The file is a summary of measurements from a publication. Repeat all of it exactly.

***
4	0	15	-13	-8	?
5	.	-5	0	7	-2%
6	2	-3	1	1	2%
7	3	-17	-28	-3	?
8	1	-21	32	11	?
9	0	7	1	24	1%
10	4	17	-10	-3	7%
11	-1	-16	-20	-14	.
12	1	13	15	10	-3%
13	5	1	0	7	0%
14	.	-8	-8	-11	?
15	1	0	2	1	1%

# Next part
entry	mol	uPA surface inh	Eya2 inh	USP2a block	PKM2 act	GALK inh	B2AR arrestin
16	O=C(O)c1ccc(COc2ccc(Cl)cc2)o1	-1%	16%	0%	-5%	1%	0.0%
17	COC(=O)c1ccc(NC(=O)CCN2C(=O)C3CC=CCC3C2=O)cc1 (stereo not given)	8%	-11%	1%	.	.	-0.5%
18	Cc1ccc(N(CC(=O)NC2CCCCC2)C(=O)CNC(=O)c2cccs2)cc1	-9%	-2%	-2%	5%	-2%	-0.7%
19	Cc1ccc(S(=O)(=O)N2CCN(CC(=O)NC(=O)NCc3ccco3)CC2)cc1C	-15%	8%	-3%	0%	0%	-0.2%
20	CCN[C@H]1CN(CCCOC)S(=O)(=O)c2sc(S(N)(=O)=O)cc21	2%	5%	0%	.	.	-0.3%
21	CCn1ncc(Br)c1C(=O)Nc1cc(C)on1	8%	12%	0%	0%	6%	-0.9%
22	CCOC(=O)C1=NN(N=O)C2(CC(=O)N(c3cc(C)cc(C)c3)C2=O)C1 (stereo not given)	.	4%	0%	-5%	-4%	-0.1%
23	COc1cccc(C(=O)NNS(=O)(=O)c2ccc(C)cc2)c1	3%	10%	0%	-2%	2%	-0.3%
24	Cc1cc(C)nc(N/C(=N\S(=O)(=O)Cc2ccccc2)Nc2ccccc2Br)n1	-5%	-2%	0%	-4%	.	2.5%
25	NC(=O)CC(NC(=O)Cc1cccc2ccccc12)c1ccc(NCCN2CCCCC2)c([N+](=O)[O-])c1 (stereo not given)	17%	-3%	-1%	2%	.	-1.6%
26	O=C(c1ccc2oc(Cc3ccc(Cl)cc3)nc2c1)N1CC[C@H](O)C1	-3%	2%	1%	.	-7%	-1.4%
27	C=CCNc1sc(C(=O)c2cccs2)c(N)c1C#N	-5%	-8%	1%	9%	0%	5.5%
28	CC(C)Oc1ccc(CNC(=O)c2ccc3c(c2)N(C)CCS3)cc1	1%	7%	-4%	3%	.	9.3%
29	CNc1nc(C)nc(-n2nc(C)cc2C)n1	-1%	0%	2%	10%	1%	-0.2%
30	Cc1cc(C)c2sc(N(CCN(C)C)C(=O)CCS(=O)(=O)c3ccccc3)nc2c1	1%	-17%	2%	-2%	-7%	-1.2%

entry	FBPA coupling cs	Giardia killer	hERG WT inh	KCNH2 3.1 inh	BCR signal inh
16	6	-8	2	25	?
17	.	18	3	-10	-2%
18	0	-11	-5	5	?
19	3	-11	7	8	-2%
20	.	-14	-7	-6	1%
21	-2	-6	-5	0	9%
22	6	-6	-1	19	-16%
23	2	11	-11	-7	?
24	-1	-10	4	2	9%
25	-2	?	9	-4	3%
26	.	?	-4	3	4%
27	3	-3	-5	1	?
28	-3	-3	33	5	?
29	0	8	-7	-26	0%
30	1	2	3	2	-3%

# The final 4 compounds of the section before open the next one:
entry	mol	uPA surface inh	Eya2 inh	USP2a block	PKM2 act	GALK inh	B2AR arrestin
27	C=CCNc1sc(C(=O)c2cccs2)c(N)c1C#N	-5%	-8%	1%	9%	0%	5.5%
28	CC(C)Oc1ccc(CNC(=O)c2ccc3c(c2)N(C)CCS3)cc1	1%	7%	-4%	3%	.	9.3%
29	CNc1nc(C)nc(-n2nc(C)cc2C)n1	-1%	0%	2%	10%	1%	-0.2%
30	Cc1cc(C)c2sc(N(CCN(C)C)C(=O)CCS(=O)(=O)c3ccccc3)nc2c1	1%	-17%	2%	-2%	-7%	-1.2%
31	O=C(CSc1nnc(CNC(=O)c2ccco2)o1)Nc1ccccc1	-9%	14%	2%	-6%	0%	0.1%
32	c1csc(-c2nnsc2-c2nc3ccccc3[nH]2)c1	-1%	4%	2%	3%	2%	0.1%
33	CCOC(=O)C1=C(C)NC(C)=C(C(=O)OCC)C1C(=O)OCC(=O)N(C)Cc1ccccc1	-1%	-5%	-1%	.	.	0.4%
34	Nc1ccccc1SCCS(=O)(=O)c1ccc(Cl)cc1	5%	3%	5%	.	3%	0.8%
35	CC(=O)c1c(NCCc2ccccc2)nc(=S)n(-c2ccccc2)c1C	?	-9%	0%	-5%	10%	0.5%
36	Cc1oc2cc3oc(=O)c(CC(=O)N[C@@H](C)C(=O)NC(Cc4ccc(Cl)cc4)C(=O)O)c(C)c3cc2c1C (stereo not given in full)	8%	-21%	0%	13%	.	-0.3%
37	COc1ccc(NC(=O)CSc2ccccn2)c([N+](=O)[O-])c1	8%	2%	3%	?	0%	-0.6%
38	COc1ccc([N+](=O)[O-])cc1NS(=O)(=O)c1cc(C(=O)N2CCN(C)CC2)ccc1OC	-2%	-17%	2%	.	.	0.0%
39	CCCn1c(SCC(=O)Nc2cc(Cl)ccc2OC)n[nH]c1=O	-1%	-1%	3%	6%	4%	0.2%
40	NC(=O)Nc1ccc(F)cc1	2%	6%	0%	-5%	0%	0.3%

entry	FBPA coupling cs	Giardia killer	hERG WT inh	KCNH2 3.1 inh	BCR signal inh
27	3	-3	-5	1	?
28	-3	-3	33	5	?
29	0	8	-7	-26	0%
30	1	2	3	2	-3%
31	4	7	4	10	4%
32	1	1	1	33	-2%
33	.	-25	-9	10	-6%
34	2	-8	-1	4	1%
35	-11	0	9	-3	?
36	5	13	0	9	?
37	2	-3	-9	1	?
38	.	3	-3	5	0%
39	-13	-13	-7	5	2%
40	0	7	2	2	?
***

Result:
4	0	15	-13	-8	?
5	.	-5	0	7	-2%
6	2	-3	1	1	2%
7	3	-17	-28	-3	?
8	1	-21	32	11	?
9	0	7	1	24	1%
10	4	17	-10	-3	7%
11	-1	-16	-20	-14	.
12	1	13	15	10	-3%
13	5	1	0	7	0%
14	.	-8	-8	-11	?
15	1	0	2	1	1%

# Next part
entry	mol	uPA surface inh	Eya2 inh	USP2a block	PKM2 act	GALK inh	B2AR arrestin
16	O=C(O)c1ccc(COc2ccc(Cl)cc2)o1	-1%	16%	0%	-5%	1%	0.0%
17	COC(=O)c1ccc(NC(=O)CCN2C(=O)C3CC=CCC3C2=O)cc1 (stereo not given)	8%	-11%	1%	.	.	-0.5%
18	Cc1ccc(N(CC(=O)NC2CCCCC2)C(=O)CNC(=O)c2cccs2)cc1	-9%	-2%	-2%	5%	-2%	-0.7%
19	Cc1ccc(S(=O)(=O)N2CCN(CC(=O)NC(=O)NCc3ccco3)CC2)cc1C	-15%	8%	-3%	0%	0%	-0.2%
20	CCN[C@H]1CN(CCCOC)S(=O)(=O)c2sc(S(N)(=O)=O)cc21	2%	5%	0%	.	.	-0.3%
21	CCn1ncc(Br)c1C(=O)Nc1cc(C)on1	8%	12%	0%	0%	6%	-0.9%
22	CCOC(=O)C1=NN(N=O)C2(CC(=O)N(c3cc(C)cc(C)c3)C2=O)C1 (stereo not given)	.	4%	0%	-5%	-4%	-0.1%
23	COc1cccc(C(=O)NNS(=O)(=O)c2ccc(C)cc2)c1	3%	10%	0%	-2%	2%	-0.3%
24	Cc1cc(C)nc(N/C(=N\S(=O)(=O)Cc2ccccc2)Nc2ccccc2Br)n1	-5%	-2%	0%	-4%	.	2.5%
25	NC(=O)CC(NC(=O)Cc1cccc2ccccc12)c1ccc(NCCN2CCCCC2)c([N+](=O)[O-])c1 (stereo not given)	17%	-3%	-1%	2%	.	-1.6%
26	O=C(c1ccc2oc(Cc3ccc(Cl)cc3)nc2c1)N1CC[C@H](O)C1	-3%	2%	1%	.	-7%	-1.4%
27	C=CCNc1sc(C(=O)c2cccs2)c(N)c1C#N	-5%	-8%	1%	9%	0%	5.5%
28	CC(C)Oc1ccc(CNC(=O)c2ccc3c(c2)N(C)CCS3)cc1	1%	7%	-4%	3%	.	9.3%
29	CNc1nc(C)nc(-n2nc(C)cc2C)n1	-1%	0%	2%	10%	1%	-0.2%
30	Cc1cc(C)c2sc(N(CCN(C)C)C(=O)CCS(=O)(=O)c3ccccc3)nc2c1	1%	-17%	2%	-2%	-7%	-1.2%

entry	FBPA coupling cs	Giardia killer	hERG WT inh	KCNH2 3.1 inh	BCR signal inh
16	6	-8	2	25	?
17	.	18	3	-10	-2%
18	0	-11	-5	5	?
19	3	-11	7	8	-2%
20	.	-14	-7	-6	1%
21	-2	-6	-5	0	9%
22	6	-6	-1	19	-16%
23	2	11	-11	-7	?
24	-1	-10	4	2	9%
25	-2	?	9	-4	3%
26	.	?	-4	3	4%
27	3	-3	-5	1	?
28	-3	-3	33	5	?
29	0	8	-7	-26	0%
30	1	2	3	2	-3%

# The final 4 compounds of the section before open the next one:
entry	mol	uPA surface inh	Eya2 inh	USP2a block	PKM2 act	GALK inh	B2AR arrestin
27	C=CCNc1sc(C(=O)c2cccs2)c(N)c1C#N	-5%	-8%	1%	9%	0%	5.5%
28	CC(C)Oc1ccc(CNC(=O)c2ccc3c(c2)N(C)CCS3)cc1	1%	7%	-4%	3%	.	9.3%
29	CNc1nc(C)nc(-n2nc(C)cc2C)n1	-1%	0%	2%	10%	1%	-0.2%
30	Cc1cc(C)c2sc(N(CCN(C)C)C(=O)CCS(=O)(=O)c3ccccc3)nc2c1	1%	-17%	2%	-2%	-7%	-1.2%
31	O=C(CSc1nnc(CNC(=O)c2ccco2)o1)Nc1ccccc1	-9%	14%	2%	-6%	0%	0.1%
32	c1csc(-c2nnsc2-c2nc3ccccc3[nH]2)c1	-1%	4%	2%	3%	2%	0.1%
33	CCOC(=O)C1=C(C)NC(C)=C(C(=O)OCC)C1C(=O)OCC(=O)N(C)Cc1ccccc1	-1%	-5%	-1%	.	.	0.4%
34	Nc1ccccc1SCCS(=O)(=O)c1ccc(Cl)cc1	5%	3%	5%	.	3%	0.8%
35	CC(=O)c1c(NCCc2ccccc2)nc(=S)n(-c2ccccc2)c1C	?	-9%	0%	-5%	10%	0.5%
36	Cc1oc2cc3oc(=O)c(CC(=O)N[C@@H](C)C(=O)NC(Cc4ccc(Cl)cc4)C(=O)O)c(C)c3cc2c1C (stereo not given in full)	8%	-21%	0%	13%	.	-0.3%
37	COc1ccc(NC(=O)CSc2ccccn2)c([N+](=O)[O-])c1	8%	2%	3%	?	0%	-0.6%
38	COc1ccc([N+](=O)[O-])cc1NS(=O)(=O)c1cc(C(=O)N2CCN(C)CC2)ccc1OC	-2%	-17%	2%	.	.	0.0%
39	CCCn1c(SCC(=O)Nc2cc(Cl)ccc2OC)n[nH]c1=O	-1%	-1%	3%	6%	4%	0.2%
40	NC(=O)Nc1ccc(F)cc1	2%	6%	0%	-5%	0%	0.3%

entry	FBPA coupling cs	Giardia killer	hERG WT inh	KCNH2 3.1 inh	BCR signal inh
27	3	-3	-5	1	?
28	-3	-3	33	5	?
29	0	8	-7	-26	0%
30	1	2	3	2	-3%
31	4	7	4	10	4%
32	1	1	1	33	-2%
33	.	-25	-9	10	-6%
34	2	-8	-1	4	1%
35	-11	0	9	-3	?
36	5	13	0	9	?
37	2	-3	-9	1	?
38	.	3	-3	5	0%
39	-13	-13	-7	5	2%
40	0	7	2	2	?